In microscopy illumination, the only significant light is the light hitting the sample to excite the fluorophore. The only meaningful place to measure the optical power of a light source is therefore at the sample plane, and we refer to irradiance measured in mW/mm2. The surface area is taken into account by quoting the objective lens used along with the field number of the camera or eyepiece in the irradiance calculations (see protocol on page 3).

Only this approach will provide accurate values, which can then be used to form a baseline for the comparison of different microscope configurations and illumination systems. Please see page three to follow the recommended protocol for measuring irradiance at the sample plane.

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Figure 1: Why we measure irradiance at the sample plane. As light travels from the LED to the sample, a portion is lost at each step, for example the Liquid Light Guide (LLG), as described in the right-hand column. Measuring light at any point upstream of the sample plane will therefore result in misleading data.

A protocol for measuring irradiance

At CoolLED we quote irradiance values at the sample plane of a typical fluorescence microscope, for example an Olympus BX51 microscope with a 10x (0.3 NA) or 40x (0.85 NA) objective. We would like to propose the below protocol as an industry standard.

1. Remove the excitation filter from the cube and replace the dichroic mirror with an 100% mirror. This means that we are measuring unfiltered light at the sample plane. We do this as there are many filters that may be used which can significantly affect the power. Knowing the total unfiltered power as well as the LED spectral spread allows the user to calculate the power on the sample with their chosen filters in place. Reputable filter manufacturers will provide transmission data for each of their filters.

2. When measuring power at the sample plane, use a calibrated optical spectrometer. We also use an integrating sphere (Figure 2) or cosine corrector to acquire a power result that is not dependant on the ray’s angle of incidence on the detector.

3. When taking a measurement, close the microscope field stop such that the field stop image on the sample plane is just outside the field of view. This ensures that the light hitting the sample plane will only consist of light rays that are within the field of view for the given objective being used, as seen by an eyepiece or camera with a given field number. Doing this removes light that could be escaping from the objective but not making it into the field of view, achieving a more precise measurement by removing any variability caused from the field stop.

4. Once the power number has been generated from the optical spectrometer following the manufacturer’s instructions, calculate irradiance using the surface area at the sample plane.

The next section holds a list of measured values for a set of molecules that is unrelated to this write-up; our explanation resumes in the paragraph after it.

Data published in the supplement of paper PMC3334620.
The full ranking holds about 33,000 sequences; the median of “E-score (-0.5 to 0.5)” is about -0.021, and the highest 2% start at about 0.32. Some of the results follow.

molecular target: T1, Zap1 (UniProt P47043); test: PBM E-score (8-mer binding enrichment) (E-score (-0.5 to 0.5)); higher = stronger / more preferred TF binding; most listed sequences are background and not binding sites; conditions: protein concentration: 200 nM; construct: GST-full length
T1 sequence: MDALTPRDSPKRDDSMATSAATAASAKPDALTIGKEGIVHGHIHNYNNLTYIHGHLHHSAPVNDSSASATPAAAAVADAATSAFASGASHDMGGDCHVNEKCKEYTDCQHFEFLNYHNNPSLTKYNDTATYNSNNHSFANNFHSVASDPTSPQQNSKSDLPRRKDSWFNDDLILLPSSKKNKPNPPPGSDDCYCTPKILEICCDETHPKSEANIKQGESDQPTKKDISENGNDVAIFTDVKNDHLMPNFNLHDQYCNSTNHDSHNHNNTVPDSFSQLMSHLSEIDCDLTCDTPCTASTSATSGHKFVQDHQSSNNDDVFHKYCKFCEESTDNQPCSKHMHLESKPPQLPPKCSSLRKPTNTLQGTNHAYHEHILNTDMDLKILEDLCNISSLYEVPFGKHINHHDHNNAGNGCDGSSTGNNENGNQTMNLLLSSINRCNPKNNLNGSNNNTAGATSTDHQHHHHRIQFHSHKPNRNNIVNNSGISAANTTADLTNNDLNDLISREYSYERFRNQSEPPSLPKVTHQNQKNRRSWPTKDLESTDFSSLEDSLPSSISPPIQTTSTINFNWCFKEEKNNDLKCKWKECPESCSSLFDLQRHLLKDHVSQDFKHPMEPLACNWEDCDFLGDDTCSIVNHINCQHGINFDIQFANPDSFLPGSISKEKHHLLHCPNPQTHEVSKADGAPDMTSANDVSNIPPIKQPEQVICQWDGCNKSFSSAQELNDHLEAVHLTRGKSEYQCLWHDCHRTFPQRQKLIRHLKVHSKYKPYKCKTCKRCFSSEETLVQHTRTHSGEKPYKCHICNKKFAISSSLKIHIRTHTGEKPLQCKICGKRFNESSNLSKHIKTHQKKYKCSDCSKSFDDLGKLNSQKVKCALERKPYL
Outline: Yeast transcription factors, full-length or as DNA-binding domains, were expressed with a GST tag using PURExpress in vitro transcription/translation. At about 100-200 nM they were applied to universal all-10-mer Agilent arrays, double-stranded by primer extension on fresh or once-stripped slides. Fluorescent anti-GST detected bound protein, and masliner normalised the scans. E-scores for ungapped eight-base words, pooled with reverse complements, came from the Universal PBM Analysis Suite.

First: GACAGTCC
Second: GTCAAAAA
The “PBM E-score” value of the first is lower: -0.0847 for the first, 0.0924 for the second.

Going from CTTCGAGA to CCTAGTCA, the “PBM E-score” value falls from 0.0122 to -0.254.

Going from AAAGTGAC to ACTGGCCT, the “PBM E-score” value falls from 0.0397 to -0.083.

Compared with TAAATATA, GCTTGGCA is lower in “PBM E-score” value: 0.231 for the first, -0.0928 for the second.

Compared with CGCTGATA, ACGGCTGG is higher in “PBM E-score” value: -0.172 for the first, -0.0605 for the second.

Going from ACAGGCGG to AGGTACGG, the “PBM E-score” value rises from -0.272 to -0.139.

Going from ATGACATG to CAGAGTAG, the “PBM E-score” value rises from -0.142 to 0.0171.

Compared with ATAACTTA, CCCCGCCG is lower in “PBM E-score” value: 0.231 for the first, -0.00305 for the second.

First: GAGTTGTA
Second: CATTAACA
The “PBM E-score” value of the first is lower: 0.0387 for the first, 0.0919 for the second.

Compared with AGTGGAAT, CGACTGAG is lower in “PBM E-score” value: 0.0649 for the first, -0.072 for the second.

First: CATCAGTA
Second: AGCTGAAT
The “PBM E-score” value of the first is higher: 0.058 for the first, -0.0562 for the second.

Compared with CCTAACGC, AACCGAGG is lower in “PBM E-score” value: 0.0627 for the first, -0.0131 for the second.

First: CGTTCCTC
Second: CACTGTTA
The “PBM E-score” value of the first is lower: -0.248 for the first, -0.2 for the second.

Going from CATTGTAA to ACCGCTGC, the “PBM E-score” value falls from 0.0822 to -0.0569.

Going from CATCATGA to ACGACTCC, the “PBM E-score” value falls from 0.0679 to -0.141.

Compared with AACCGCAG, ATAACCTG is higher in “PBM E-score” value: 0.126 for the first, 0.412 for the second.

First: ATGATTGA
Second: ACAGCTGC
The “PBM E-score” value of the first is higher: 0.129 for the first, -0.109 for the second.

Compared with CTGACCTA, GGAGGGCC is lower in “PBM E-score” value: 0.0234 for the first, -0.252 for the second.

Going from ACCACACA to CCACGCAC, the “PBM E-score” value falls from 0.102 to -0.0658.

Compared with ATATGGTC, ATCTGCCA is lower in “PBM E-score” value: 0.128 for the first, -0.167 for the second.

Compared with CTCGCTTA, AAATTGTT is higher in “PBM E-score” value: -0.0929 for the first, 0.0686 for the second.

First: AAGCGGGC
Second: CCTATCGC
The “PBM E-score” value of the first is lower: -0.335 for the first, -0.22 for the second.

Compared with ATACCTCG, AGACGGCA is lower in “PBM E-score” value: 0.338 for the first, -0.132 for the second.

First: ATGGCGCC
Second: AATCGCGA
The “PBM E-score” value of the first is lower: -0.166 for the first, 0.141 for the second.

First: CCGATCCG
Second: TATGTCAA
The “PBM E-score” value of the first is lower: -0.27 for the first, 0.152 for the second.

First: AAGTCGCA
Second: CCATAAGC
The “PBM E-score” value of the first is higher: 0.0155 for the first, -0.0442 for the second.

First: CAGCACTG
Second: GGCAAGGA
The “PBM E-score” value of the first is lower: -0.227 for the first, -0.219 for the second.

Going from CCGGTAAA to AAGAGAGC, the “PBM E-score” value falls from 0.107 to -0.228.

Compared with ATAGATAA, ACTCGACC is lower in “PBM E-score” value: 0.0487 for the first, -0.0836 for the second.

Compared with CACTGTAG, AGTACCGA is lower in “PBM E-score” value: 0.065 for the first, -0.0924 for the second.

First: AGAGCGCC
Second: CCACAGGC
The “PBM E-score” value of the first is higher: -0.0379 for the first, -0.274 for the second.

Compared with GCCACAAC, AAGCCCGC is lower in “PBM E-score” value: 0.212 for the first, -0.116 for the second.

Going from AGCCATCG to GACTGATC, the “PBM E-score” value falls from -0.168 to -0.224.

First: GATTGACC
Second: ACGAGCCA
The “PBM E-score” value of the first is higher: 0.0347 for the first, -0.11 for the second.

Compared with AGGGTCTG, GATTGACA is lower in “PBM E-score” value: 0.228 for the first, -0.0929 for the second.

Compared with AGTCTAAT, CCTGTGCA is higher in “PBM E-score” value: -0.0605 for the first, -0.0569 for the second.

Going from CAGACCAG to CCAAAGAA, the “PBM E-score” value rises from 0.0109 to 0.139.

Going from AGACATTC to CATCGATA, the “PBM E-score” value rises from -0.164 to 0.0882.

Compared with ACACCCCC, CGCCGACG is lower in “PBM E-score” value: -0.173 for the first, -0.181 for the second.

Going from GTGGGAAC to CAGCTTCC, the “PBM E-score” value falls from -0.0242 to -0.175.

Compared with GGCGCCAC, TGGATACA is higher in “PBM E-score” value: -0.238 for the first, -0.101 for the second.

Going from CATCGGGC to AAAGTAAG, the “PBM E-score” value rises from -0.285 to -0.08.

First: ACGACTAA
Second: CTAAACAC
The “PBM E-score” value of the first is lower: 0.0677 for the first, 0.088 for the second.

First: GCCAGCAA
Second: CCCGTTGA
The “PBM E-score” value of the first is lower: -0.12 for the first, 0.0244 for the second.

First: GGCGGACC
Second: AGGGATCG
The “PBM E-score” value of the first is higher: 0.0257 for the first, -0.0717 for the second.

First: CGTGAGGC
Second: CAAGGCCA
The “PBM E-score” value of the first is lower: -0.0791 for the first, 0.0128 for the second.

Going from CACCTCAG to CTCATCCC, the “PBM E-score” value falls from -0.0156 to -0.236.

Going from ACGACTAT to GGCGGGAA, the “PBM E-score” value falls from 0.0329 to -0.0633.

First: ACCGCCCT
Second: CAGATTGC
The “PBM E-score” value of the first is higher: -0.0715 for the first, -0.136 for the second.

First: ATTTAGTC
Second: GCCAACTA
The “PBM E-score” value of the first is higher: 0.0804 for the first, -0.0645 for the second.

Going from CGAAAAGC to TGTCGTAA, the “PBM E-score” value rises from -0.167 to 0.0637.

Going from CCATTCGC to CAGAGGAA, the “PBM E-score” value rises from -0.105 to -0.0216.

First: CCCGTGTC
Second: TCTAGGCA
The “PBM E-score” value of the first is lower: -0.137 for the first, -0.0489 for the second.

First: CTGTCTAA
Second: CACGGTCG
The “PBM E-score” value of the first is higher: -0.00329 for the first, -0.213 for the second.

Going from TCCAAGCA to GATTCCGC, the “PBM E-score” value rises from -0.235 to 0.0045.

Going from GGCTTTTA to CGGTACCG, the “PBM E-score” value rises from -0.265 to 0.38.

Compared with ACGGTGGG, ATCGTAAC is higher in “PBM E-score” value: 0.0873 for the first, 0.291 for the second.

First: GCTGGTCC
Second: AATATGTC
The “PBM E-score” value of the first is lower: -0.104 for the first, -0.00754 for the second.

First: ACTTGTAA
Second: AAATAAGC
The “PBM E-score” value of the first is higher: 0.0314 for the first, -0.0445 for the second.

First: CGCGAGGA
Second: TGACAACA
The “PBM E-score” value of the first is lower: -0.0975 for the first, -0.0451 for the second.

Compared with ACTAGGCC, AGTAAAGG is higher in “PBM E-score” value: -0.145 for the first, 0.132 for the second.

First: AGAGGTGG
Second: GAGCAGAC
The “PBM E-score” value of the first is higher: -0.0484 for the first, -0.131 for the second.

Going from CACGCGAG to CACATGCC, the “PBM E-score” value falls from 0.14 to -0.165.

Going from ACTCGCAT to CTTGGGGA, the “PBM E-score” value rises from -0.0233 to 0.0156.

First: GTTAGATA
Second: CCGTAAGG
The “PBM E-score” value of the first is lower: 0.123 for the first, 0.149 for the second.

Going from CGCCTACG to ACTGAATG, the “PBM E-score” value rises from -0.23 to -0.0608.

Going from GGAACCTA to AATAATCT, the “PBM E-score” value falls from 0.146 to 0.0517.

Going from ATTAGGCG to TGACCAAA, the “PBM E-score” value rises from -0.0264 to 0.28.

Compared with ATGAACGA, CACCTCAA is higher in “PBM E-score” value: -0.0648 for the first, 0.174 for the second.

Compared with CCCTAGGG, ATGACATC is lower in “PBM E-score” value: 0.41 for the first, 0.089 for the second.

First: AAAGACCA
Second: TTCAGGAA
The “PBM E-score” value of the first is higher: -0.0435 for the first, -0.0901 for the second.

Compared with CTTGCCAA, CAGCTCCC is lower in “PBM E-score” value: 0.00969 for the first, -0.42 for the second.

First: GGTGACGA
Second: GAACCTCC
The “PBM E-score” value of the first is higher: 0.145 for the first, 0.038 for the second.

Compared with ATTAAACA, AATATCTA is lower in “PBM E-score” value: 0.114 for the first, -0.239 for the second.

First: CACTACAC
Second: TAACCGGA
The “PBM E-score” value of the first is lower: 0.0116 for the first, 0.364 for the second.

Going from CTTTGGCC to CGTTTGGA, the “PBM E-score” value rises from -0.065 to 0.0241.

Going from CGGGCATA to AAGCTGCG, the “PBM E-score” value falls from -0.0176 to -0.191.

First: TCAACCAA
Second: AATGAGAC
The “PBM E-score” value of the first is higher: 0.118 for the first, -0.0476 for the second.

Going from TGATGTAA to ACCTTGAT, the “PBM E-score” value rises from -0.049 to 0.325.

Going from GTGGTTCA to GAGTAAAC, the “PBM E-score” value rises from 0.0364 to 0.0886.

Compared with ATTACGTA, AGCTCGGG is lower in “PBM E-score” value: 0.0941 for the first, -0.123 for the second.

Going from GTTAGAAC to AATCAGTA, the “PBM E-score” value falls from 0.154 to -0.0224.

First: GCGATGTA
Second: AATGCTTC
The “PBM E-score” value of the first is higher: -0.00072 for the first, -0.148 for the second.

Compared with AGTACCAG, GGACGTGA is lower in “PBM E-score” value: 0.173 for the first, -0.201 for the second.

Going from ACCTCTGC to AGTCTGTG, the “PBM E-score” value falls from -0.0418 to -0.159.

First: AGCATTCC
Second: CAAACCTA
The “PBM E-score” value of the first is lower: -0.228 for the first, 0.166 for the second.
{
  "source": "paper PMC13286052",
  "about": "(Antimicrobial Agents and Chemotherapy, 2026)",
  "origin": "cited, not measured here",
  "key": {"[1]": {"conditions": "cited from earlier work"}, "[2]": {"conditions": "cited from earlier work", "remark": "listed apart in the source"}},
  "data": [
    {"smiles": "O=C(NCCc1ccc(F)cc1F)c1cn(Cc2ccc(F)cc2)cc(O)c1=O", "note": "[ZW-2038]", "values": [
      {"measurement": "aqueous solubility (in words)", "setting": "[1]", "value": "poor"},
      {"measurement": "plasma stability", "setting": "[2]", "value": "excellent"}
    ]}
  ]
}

a. Determine the diameter in mm = Field number (fn) / objective magnification (Mo).

b. Calculate surface area in mm2 using the equation πr2.

c. Use the surface area and power reading to express irradiance in mW/mm2. With good homogeneity, this value will be uniform across the sample plane.

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Figure 2: Equipment required to quantify irradiance.


As LED illumination technology has evolved, so has the discussion surrounding what is commonly referred to as ‘illumination intensity’. In this paper we argue that using the term irradiance is crucial to avoiding any confusion with intensity and radiant intensity. Where illumination intensity is referred to, for example in product specifications, it should be questioned as to exactly what is meant by this term.

The confusion stemming from the variety of terms and measurement techniques has created a barrier to identifying which systems truly deliver the most light to the sample plane. We now therefore strongly recommend the use of meaningful irradiance values measured at the sample plane and using the standardised protocol we have described within this document. This will equip microscopists with a way in which to compare irradiance, and boost irradiance when required.

LED power is continuing to improve and we are confident this trend will continue in the coming years. We look forward to enabling the microscopy community to independently monitor these developments with a robust and standardised approach for quantifying irradiance.

For more information on irradiance, or if you would like a product demonstration, please contact [email protected]